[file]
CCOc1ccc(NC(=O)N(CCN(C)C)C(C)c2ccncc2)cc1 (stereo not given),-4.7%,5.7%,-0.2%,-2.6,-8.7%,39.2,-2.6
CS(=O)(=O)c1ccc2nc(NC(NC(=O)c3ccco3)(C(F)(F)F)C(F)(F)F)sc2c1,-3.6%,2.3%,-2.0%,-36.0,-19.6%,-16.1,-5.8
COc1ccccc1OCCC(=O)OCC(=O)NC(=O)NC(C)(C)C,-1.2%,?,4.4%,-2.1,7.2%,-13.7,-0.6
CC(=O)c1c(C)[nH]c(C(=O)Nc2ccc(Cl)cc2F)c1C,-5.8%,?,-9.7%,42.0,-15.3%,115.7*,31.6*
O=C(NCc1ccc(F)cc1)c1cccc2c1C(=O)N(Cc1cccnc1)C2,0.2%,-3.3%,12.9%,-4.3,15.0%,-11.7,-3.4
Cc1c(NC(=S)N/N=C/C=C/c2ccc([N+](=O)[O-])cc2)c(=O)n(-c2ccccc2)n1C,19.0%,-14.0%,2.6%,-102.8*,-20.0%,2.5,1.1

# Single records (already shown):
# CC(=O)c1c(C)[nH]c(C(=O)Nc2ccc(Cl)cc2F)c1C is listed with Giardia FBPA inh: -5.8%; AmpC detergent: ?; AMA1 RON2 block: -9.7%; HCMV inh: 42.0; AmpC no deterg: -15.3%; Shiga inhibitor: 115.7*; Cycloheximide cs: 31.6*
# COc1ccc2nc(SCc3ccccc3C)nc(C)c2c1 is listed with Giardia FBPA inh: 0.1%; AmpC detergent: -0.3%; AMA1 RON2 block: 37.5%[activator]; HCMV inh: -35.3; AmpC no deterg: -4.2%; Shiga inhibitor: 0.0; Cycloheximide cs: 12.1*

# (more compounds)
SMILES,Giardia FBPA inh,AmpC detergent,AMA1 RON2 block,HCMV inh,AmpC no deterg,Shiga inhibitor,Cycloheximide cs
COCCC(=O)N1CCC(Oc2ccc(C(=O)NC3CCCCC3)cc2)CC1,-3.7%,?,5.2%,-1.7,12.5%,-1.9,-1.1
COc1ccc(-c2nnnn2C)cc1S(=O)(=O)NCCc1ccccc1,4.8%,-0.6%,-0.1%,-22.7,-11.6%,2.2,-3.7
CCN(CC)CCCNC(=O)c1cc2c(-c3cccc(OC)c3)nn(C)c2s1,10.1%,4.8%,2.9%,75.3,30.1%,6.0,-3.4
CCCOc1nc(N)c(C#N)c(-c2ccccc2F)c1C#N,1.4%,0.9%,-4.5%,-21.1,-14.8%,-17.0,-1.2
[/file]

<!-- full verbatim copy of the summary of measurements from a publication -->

CCOc1ccc(NC(=O)N(CCN(C)C)C(C)c2ccncc2)cc1 (stereo not given),-4.7%,5.7%,-0.2%,-2.6,-8.7%,39.2,-2.6
CS(=O)(=O)c1ccc2nc(NC(NC(=O)c3ccco3)(C(F)(F)F)C(F)(F)F)sc2c1,-3.6%,2.3%,-2.0%,-36.0,-19.6%,-16.1,-5.8
COc1ccccc1OCCC(=O)OCC(=O)NC(=O)NC(C)(C)C,-1.2%,?,4.4%,-2.1,7.2%,-13.7,-0.6
CC(=O)c1c(C)[nH]c(C(=O)Nc2ccc(Cl)cc2F)c1C,-5.8%,?,-9.7%,42.0,-15.3%,115.7*,31.6*
O=C(NCc1ccc(F)cc1)c1cccc2c1C(=O)N(Cc1cccnc1)C2,0.2%,-3.3%,12.9%,-4.3,15.0%,-11.7,-3.4
Cc1c(NC(=S)N/N=C/C=C/c2ccc([N+](=O)[O-])cc2)c(=O)n(-c2ccccc2)n1C,19.0%,-14.0%,2.6%,-102.8*,-20.0%,2.5,1.1

# Single records (already shown):
# CC(=O)c1c(C)[nH]c(C(=O)Nc2ccc(Cl)cc2F)c1C is listed with Giardia FBPA inh: -5.8%; AmpC detergent: ?; AMA1 RON2 block: -9.7%; HCMV inh: 42.0; AmpC no deterg: -15.3%; Shiga inhibitor: 115.7*; Cycloheximide cs: 31.6*
# COc1ccc2nc(SCc3ccccc3C)nc(C)c2c1 is listed with Giardia FBPA inh: 0.1%; AmpC detergent: -0.3%; AMA1 RON2 block: 37.5%[activator]; HCMV inh: -35.3; AmpC no deterg: -4.2%; Shiga inhibitor: 0.0; Cycloheximide cs: 12.1*

# (more compounds)
SMILES,Giardia FBPA inh,AmpC detergent,AMA1 RON2 block,HCMV inh,AmpC no deterg,Shiga inhibitor,Cycloheximide cs
COCCC(=O)N1CCC(Oc2ccc(C(=O)NC3CCCCC3)cc2)CC1,-3.7%,?,5.2%,-1.7,12.5%,-1.9,-1.1
COc1ccc(-c2nnnn2C)cc1S(=O)(=O)NCCc1ccccc1,4.8%,-0.6%,-0.1%,-22.7,-11.6%,2.2,-3.7
CCN(CC)CCCNC(=O)c1cc2c(-c3cccc(OC)c3)nn(C)c2s1,10.1%,4.8%,2.9%,75.3,30.1%,6.0,-3.4
CCCOc1nc(N)c(C#N)c(-c2ccccc2F)c1C#N,1.4%,0.9%,-4.5%,-21.1,-14.8%,-17.0,-1.2